Re: again i say

      if it has to be black or white, then just say no. otherwise, significant, revolutionary cuts are needed. working in the tech industry shows me how things like offering SaaS or DBaaS is great for competition...but should someone lock it up behind patents, well, who wins then?

       

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    Greg G, Oct 1st, 2010 @ 12:07pm

    Screw the university copy machines

    Printer/Copier/Scanners are fairly cheap now. Just buy one of those and make your own copies. Might not be as fast as the big machines, but you're not going to get mushroom stamped by some idiot collection society with an entitlement agenda.

     

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    coldbrew, Oct 1st, 2010 @ 12:13pm

    So this Canadian organization wants "some of that internet moneh?"

    What is AC going to do if their demands aren't met? Go on strike?

     

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    Anonymous Coward, Oct 1st, 2010 @ 12:42pm

    Wait...isn't copyright infringement void if it is done solely for educational or referential reasons?

     

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      Anonymous Coward, Oct 1st, 2010 @ 12:59pm

      Re:

      AND THAT'S HOW ONE STARTS GOOSE-STEPPING TO SOCIALISM!!!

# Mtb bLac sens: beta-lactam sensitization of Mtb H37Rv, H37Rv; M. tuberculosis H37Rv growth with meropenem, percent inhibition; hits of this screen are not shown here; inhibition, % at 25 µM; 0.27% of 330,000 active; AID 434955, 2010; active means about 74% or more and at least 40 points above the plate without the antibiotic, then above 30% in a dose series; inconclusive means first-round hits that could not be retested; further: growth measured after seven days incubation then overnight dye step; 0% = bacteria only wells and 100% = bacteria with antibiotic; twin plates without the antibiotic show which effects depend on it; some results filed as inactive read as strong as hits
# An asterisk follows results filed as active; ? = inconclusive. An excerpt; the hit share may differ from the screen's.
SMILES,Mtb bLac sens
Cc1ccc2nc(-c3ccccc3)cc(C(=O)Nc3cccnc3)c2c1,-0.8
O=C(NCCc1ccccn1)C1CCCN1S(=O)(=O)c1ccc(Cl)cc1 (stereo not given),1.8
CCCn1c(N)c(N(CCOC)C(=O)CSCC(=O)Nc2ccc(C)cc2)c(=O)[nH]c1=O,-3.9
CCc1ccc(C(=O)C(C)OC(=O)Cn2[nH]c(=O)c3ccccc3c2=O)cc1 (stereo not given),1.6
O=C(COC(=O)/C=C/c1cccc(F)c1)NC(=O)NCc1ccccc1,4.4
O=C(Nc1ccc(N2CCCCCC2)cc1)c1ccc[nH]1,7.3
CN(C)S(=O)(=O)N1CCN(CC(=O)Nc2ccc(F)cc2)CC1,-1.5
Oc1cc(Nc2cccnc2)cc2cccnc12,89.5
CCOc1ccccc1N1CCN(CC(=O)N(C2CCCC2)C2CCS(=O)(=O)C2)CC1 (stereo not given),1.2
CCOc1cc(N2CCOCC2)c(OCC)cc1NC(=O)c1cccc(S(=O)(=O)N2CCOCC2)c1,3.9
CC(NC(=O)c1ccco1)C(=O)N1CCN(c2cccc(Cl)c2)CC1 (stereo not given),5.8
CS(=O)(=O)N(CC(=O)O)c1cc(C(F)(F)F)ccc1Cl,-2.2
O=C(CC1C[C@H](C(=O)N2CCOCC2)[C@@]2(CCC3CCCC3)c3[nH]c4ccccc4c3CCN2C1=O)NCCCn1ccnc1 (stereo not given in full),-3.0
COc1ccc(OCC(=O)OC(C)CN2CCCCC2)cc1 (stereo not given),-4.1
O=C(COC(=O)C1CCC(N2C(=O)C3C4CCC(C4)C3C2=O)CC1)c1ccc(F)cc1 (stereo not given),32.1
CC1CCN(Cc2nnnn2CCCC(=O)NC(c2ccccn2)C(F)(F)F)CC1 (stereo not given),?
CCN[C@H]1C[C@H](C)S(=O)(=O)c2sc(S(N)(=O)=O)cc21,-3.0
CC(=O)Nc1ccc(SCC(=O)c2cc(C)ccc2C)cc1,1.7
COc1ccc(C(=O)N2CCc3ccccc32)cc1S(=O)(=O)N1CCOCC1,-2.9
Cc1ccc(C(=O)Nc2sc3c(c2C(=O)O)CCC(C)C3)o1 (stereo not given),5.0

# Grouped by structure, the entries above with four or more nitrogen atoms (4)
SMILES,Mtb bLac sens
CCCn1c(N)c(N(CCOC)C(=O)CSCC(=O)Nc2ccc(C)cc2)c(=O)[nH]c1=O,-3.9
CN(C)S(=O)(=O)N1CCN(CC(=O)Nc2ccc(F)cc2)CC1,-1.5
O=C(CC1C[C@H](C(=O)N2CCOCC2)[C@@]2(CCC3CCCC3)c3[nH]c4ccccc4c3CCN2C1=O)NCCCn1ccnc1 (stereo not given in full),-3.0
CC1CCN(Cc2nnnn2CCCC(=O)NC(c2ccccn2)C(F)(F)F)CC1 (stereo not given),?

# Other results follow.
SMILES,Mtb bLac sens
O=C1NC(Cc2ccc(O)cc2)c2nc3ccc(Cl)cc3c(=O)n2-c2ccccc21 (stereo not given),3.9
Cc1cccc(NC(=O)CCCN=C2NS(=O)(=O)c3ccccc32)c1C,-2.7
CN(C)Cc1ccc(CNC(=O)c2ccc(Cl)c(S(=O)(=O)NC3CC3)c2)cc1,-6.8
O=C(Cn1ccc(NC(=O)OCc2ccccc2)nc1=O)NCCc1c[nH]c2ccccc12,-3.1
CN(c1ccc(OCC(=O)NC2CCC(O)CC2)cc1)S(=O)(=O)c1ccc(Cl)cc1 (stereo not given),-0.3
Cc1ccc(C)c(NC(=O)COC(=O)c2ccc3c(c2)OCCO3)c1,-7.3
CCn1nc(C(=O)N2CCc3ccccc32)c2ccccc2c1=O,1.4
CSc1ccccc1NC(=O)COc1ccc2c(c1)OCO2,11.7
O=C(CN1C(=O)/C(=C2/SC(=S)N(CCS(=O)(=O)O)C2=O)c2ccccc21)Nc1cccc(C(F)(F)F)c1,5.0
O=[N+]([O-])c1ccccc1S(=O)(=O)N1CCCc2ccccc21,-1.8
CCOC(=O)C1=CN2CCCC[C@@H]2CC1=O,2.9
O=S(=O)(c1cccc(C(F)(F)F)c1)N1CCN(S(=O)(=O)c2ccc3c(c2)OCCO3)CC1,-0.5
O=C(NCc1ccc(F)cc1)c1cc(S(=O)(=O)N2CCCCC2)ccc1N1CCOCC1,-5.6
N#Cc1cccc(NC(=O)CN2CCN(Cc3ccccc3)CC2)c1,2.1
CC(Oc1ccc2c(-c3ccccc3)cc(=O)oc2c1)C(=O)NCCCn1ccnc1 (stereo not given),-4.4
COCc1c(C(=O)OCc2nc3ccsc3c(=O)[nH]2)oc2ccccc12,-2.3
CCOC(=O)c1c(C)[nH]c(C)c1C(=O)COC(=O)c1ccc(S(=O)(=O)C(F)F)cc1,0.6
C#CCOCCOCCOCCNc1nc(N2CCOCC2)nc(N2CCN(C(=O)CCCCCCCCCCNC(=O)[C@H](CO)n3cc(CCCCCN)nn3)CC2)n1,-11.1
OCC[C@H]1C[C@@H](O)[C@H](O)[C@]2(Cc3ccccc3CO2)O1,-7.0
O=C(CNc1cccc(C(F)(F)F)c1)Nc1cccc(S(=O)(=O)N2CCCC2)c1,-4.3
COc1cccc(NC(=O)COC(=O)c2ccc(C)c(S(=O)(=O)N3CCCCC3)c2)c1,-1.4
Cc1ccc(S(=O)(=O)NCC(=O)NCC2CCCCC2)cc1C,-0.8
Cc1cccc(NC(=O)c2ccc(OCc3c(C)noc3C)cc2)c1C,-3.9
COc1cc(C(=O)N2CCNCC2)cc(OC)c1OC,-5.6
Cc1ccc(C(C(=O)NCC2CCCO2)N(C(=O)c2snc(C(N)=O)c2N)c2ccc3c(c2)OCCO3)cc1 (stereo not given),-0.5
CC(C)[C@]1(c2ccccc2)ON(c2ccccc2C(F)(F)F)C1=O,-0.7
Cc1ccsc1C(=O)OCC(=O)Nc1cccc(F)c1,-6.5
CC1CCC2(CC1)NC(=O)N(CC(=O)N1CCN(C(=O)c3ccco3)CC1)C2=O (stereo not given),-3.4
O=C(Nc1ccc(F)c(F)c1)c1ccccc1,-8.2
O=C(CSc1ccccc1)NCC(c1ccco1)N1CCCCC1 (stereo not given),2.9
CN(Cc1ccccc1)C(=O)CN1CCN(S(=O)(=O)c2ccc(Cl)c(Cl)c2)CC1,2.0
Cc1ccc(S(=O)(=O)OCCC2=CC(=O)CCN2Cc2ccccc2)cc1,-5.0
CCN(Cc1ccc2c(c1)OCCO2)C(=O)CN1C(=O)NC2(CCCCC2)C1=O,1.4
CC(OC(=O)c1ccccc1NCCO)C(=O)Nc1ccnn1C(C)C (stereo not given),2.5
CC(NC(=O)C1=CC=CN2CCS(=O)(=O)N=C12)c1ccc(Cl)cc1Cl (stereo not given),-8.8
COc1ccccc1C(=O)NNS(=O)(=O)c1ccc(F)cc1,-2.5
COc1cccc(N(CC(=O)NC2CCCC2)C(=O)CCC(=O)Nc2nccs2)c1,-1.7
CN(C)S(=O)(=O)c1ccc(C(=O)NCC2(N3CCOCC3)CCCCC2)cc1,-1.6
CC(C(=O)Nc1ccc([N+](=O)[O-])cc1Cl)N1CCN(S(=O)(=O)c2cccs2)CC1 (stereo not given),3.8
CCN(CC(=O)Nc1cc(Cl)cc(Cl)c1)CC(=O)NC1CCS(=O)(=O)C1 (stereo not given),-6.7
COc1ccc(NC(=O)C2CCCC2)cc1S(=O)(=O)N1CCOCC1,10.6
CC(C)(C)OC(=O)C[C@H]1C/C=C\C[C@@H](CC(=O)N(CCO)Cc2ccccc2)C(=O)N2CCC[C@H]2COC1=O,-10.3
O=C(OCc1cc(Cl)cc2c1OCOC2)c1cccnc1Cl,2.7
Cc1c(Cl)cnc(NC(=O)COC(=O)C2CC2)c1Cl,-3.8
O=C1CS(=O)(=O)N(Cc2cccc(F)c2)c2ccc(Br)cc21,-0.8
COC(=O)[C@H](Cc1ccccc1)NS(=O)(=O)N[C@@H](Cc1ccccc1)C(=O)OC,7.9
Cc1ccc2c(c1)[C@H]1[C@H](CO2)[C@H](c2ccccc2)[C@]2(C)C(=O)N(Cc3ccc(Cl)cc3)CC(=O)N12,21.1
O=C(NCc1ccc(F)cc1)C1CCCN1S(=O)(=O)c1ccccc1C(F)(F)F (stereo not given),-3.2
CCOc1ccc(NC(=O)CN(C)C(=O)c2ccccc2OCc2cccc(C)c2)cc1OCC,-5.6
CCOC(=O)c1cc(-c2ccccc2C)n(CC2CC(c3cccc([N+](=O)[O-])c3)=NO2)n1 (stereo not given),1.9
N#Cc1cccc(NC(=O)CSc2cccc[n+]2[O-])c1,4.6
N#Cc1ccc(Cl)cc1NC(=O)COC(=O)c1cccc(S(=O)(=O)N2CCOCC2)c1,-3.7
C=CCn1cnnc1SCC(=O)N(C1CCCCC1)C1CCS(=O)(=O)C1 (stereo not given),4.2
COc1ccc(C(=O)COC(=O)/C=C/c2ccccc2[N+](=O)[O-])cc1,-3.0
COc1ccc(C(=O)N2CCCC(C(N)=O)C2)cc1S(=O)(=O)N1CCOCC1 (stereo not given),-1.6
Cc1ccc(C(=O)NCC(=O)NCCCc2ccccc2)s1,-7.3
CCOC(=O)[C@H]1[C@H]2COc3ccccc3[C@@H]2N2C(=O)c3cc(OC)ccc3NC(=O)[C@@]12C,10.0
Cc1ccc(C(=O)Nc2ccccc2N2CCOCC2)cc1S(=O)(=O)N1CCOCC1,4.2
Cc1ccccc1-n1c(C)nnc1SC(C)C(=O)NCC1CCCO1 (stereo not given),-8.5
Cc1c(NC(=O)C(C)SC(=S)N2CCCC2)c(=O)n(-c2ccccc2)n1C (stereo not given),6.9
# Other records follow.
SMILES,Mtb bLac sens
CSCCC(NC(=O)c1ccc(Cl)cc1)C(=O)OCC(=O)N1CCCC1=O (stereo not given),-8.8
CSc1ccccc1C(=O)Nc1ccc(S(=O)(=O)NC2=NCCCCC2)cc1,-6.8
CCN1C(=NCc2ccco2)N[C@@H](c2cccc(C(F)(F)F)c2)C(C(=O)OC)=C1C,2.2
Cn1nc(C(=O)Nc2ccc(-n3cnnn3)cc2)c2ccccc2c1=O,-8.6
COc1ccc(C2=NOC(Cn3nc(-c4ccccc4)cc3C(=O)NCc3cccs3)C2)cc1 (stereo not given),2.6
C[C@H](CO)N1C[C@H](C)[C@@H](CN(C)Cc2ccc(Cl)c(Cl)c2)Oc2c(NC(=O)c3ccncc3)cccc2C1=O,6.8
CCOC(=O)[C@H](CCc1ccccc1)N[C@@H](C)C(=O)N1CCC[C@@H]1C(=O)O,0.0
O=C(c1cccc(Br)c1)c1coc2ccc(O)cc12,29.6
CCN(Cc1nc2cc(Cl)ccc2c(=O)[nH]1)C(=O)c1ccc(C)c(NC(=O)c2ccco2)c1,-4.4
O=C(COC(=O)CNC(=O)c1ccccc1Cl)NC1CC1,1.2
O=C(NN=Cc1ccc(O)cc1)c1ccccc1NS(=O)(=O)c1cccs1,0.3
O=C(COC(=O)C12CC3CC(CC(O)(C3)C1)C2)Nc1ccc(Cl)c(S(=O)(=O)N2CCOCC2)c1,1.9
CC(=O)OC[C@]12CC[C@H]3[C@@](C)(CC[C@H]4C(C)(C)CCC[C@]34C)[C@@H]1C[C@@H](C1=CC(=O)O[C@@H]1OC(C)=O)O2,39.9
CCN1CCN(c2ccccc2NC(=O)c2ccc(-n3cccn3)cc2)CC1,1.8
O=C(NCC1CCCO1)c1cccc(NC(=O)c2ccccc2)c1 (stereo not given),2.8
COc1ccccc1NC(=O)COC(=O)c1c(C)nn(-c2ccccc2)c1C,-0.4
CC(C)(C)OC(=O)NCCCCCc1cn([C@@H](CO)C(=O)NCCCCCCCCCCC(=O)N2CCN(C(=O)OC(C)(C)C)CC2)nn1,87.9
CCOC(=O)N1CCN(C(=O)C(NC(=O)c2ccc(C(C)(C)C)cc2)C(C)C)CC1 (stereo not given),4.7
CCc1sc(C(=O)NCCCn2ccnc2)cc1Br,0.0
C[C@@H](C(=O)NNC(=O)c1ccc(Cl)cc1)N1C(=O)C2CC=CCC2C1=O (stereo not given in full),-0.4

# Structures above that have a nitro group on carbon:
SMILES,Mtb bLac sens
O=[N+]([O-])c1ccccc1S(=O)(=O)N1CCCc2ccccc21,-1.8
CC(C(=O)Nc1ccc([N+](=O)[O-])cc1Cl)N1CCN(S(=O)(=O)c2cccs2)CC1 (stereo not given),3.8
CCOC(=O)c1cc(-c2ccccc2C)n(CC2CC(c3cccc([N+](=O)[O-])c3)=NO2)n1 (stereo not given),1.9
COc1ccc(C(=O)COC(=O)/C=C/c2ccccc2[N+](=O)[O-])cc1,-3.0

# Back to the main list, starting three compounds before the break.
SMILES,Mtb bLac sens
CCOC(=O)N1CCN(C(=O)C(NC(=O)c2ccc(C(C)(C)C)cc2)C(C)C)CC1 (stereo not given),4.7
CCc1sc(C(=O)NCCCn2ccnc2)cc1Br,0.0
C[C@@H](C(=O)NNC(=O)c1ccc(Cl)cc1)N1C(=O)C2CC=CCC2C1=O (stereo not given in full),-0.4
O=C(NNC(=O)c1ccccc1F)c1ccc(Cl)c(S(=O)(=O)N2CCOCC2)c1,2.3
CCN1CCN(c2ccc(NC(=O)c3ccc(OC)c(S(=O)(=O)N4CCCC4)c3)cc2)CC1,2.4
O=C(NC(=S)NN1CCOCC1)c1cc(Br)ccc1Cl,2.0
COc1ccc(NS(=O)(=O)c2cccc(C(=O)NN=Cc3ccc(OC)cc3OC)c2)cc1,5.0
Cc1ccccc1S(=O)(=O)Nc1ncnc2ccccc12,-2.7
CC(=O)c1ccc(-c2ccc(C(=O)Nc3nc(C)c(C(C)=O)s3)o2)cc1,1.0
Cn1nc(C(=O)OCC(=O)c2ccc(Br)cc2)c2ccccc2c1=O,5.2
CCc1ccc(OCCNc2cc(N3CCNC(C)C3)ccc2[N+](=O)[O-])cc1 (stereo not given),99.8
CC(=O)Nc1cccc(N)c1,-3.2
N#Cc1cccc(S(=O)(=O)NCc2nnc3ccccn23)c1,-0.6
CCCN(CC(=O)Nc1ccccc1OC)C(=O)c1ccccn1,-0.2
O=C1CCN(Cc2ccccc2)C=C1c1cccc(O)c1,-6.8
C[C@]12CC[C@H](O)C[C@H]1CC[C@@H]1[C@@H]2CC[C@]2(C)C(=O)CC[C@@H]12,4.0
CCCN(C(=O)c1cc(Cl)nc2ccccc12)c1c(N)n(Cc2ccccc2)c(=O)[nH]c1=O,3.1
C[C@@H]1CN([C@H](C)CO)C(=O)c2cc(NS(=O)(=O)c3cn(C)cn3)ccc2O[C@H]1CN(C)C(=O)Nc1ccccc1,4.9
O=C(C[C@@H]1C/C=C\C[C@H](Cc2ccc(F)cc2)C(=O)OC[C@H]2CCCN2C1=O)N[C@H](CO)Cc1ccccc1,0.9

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      Free Capitalist (profile), Oct 1st, 2010 @ 1:00pm

      Re:

      Wait...isn't copyright infringement void if it is done solely for educational or referential reasons?

      Oh it's that kind of copyright they are somehow entitled to beg money for in general. It sure the hell looks like they are selling rights to use a copier someone else bought.

       

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    Bob, Oct 1st, 2010 @ 1:06pm

    Yes, but isn't this what everyone around here wants?

    I would be annoyed at the price boost but I thought everyone around these parts loved the idea of some collective tool like this. All of my P2P loving friends keep talking about how cool it would be to have some collective bill that would be so much cooler and nowish. They forget that we've got rights collectives already and eventually someone has to crack down on the people who don't pay.

     

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    Josh Taylor, Oct 1st, 2010 @ 1:49pm

    Looks like countries are going to be required to install surveillance cameras in homes around the world to monitor everyone's personal and family activities even if it's not internet related to determine whether it infringes copyright.